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Terminating contracts for convenience

You likely feel a good level of comfort from knowing that, as a contractor in Austin, your work is secured contractually. This puts you in control of your company's destiny, ensuring that as long as your team is able to meet its obligations, you partner cannot simply back out of your agreement (at least without facing any penalties). Many contractors and companies that we here at Wright & Greenhill PC have worked with in the past have shared this same assumption. However, the law does allow certain parties (government entities in particular) a fair amount of leeway when it comes to getting out of contracts.

Terminating a contract "for convenience" basically allows a contracted partner to walk away from a deal without cause. According to Federal Acquisition Regulation 52.249-2 (as shared by the Legal Information Institute of the Cornell University Law School), a government entity can terminate a contract with you if it believes that doing so is in its best interest. If you are contracted with a government partner and it exercises this right, you are only then entitled to collect whatever you are owed for the work done up to that point, as well as whatever costs are associated with ending your involvement with the project in question. Recovering damages for breach of contract is only possible if you are able to show that the government operated in bad faith when executing your original agreement.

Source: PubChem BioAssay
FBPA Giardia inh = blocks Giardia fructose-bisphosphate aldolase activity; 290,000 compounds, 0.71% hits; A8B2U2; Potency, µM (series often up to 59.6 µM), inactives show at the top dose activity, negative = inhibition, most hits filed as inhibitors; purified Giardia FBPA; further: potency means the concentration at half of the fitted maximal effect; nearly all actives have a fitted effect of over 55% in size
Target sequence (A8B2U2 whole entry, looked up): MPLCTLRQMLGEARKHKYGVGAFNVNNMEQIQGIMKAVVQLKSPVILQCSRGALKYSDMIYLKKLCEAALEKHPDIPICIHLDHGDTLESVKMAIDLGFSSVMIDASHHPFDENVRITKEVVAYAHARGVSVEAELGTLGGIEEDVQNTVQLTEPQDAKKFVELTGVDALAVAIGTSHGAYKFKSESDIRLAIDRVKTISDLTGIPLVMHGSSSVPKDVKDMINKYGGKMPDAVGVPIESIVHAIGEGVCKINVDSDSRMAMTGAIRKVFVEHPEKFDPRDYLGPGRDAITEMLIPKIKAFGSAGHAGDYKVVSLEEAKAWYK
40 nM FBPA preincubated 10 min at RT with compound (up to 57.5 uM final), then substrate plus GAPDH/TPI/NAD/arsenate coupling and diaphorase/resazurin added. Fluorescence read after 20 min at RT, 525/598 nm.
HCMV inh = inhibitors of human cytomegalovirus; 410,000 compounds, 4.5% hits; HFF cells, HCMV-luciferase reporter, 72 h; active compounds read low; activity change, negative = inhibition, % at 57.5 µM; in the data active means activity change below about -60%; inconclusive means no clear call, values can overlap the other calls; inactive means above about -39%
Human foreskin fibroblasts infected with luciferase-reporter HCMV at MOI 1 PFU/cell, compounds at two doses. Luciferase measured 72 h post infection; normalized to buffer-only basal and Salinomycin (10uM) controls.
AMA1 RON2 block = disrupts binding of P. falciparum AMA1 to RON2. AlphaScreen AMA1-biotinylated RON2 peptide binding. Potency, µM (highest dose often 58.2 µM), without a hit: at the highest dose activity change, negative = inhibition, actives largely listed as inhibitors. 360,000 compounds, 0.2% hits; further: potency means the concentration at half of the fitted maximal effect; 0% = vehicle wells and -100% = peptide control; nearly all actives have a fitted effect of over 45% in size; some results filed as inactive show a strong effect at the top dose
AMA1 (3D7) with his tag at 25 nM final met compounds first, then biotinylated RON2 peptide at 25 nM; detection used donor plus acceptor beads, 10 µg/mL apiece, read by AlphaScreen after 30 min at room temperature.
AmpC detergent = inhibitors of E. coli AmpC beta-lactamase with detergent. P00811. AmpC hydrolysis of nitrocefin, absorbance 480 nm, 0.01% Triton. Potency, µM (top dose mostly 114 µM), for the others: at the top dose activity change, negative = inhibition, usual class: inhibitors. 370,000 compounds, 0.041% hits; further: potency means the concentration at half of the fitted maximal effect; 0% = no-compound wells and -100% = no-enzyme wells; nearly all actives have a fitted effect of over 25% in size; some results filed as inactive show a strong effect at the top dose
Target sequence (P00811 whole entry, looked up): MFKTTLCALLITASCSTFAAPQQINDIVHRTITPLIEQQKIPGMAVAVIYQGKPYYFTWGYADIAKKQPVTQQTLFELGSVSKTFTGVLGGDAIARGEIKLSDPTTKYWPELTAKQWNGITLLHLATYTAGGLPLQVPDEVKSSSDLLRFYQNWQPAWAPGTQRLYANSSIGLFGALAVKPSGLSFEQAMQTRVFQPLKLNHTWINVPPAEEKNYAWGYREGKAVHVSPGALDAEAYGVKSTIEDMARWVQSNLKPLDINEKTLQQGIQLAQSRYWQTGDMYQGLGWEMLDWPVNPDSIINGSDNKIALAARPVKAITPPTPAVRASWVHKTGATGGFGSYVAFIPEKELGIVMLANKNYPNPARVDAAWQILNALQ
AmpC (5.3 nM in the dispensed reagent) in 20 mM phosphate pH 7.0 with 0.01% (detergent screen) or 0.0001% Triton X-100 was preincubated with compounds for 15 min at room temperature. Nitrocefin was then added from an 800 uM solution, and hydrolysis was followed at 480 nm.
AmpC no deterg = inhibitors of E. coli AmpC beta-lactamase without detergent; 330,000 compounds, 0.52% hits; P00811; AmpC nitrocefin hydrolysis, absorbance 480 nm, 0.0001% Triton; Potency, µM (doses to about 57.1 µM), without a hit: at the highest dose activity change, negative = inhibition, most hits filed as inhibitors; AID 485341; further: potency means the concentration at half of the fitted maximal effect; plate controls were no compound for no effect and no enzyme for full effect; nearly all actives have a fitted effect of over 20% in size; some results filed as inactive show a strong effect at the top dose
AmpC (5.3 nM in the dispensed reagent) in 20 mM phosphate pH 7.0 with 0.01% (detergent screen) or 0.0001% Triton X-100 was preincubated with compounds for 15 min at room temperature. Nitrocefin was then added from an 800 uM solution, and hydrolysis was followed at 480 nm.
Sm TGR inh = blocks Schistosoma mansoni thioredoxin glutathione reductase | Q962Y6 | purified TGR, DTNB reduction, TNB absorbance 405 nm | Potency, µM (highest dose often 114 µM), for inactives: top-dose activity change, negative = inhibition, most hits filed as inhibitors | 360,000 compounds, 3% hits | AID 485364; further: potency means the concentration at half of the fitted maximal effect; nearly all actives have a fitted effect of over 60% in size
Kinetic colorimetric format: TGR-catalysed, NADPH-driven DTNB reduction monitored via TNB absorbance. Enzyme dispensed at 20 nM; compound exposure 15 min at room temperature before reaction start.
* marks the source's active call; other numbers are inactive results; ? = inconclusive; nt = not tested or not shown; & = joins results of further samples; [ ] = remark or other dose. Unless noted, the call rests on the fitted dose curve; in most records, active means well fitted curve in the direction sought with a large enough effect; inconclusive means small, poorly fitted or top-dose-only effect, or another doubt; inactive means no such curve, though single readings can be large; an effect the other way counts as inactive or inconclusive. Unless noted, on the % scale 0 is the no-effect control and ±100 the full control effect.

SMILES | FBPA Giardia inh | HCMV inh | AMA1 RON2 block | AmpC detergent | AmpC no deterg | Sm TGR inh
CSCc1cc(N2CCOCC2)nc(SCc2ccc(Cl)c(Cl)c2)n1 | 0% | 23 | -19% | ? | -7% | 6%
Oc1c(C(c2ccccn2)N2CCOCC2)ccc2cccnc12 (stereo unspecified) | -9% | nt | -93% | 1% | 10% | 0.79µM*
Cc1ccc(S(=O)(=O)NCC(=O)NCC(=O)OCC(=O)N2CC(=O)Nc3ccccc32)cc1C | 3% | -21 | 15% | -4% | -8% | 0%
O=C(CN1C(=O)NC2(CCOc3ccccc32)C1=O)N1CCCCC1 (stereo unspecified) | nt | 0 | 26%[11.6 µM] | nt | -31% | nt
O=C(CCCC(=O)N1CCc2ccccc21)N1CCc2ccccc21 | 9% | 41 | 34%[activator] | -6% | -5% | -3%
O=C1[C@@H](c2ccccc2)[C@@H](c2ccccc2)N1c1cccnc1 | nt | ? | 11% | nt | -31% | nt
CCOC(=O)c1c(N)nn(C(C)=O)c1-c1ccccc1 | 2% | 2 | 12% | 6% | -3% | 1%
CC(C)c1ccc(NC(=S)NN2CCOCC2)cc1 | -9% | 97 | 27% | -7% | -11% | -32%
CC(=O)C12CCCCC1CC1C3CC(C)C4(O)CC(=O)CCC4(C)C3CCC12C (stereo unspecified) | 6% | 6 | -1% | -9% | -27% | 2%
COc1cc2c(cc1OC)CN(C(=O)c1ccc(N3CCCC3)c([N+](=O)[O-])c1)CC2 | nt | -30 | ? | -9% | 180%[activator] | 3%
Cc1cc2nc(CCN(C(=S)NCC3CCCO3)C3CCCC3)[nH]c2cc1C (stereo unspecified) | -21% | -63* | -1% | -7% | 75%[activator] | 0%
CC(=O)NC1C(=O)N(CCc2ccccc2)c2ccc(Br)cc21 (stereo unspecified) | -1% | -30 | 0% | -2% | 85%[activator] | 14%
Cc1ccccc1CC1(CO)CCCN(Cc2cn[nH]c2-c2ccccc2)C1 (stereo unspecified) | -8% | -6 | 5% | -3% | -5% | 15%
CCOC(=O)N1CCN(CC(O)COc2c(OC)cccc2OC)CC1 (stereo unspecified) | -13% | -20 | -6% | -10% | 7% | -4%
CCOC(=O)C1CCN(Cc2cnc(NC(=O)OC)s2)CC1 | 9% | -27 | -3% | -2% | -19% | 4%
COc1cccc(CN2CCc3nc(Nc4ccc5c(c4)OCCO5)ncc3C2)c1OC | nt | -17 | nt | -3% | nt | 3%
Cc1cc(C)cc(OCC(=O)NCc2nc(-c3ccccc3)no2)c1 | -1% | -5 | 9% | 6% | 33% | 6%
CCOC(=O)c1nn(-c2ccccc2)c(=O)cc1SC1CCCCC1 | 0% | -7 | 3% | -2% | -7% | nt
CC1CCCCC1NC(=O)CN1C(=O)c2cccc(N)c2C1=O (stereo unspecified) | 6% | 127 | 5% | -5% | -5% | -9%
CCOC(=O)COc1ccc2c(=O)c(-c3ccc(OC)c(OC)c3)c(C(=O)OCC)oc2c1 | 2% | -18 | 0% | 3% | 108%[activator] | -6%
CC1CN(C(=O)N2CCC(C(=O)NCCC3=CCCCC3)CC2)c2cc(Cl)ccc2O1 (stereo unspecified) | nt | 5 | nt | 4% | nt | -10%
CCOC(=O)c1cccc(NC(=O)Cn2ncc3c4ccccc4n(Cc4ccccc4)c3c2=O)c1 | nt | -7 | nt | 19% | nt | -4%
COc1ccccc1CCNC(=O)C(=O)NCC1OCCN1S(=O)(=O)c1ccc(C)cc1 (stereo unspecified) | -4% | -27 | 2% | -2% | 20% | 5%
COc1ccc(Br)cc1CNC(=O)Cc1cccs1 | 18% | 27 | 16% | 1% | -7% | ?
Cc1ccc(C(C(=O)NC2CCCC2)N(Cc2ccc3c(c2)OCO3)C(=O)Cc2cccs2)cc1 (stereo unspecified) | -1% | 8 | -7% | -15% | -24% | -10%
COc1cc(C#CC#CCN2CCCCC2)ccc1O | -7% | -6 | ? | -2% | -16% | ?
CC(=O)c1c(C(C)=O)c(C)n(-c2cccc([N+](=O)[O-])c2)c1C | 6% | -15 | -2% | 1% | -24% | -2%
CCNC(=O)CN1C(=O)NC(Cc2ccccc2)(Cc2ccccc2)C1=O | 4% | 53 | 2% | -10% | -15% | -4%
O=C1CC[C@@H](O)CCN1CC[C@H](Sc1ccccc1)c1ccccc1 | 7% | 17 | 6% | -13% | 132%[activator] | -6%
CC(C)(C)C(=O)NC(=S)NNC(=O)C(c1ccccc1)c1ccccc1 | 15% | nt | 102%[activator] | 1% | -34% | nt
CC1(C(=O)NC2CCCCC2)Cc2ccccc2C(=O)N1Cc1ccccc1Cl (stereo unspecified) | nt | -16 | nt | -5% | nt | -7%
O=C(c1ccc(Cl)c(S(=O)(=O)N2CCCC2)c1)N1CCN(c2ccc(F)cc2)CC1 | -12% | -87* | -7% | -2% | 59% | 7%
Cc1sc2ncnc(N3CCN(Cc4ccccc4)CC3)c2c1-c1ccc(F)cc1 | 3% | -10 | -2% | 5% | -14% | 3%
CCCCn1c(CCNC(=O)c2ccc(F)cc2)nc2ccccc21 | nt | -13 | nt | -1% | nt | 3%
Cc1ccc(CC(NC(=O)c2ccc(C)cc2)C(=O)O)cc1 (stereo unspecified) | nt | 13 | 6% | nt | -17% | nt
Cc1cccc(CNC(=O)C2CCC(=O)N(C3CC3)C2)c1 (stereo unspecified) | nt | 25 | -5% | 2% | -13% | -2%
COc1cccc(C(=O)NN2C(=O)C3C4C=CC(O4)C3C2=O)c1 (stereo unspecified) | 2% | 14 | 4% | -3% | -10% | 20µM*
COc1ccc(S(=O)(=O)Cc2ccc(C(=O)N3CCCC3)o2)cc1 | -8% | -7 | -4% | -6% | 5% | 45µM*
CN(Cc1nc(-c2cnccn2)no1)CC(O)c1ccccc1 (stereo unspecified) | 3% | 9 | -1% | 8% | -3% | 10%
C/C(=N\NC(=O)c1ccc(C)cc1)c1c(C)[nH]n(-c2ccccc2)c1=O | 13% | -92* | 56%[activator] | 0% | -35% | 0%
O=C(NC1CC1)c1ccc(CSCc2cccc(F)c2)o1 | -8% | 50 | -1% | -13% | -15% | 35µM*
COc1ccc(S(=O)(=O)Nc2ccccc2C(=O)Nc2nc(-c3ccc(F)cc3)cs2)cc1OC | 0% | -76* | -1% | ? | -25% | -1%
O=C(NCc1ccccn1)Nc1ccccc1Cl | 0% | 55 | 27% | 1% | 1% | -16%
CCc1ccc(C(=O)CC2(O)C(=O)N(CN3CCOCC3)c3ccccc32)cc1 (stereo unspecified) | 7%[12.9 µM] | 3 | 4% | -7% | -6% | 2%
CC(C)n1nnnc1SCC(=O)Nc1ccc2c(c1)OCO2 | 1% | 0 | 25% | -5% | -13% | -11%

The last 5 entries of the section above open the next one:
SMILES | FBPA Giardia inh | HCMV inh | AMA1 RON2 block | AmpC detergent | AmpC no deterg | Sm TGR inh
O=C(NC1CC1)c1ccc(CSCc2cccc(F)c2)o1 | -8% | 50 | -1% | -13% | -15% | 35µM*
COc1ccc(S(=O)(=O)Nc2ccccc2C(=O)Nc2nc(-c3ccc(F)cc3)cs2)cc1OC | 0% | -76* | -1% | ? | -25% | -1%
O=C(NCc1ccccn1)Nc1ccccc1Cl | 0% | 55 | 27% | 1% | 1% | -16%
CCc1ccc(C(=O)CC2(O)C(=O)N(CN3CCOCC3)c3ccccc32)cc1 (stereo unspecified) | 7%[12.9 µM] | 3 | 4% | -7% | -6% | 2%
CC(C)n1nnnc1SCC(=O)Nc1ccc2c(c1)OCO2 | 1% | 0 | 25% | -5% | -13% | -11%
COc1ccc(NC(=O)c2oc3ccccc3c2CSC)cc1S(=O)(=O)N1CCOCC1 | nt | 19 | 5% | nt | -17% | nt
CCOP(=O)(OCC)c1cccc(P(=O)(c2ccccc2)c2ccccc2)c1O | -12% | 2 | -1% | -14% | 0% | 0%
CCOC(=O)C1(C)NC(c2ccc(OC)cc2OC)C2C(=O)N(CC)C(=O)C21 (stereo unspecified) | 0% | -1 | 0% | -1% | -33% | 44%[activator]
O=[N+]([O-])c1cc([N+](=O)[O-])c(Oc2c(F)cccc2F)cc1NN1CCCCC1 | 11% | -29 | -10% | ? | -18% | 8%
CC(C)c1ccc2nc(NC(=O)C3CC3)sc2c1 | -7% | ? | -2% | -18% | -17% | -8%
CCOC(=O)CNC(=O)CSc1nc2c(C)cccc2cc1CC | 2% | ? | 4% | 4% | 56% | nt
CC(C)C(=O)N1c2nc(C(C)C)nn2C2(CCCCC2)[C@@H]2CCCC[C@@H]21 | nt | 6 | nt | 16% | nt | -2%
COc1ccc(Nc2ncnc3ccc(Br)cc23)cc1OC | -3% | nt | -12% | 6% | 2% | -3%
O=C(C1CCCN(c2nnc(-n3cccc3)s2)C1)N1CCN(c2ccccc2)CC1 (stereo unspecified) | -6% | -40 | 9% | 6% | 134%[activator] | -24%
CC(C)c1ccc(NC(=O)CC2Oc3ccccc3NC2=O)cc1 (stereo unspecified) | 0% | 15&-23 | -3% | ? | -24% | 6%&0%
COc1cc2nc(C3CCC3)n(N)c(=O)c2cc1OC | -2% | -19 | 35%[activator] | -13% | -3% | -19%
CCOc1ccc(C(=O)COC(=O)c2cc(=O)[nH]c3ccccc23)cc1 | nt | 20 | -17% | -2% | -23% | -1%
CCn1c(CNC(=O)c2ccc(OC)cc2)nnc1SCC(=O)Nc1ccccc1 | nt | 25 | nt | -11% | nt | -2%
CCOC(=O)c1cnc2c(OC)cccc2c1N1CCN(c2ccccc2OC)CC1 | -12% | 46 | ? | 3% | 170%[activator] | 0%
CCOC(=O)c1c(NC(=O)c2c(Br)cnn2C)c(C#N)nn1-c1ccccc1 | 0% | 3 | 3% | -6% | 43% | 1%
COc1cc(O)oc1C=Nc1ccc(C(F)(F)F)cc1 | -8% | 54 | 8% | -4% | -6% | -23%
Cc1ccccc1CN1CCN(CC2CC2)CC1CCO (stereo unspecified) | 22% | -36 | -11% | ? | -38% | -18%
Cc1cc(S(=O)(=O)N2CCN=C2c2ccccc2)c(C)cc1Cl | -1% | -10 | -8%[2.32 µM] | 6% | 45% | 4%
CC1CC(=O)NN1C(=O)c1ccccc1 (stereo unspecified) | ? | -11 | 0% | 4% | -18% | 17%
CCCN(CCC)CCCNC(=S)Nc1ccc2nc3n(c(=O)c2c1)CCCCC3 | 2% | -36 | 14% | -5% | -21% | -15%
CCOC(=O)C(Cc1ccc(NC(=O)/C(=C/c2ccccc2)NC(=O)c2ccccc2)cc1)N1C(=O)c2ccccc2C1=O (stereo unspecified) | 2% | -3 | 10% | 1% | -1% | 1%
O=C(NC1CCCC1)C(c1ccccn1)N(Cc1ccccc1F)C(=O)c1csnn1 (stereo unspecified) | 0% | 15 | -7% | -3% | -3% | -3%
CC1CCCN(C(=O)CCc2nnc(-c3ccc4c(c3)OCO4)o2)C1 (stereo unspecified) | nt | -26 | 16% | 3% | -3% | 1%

For the government to end your contract in this way, a termination for convenience clause must be present in your contract. Private entities are also increasingly trying to include such language in their contracts in order to enjoy the same privilege. You can learn more about contractual provisions related to construction contracts by continuing to browse through our site. 

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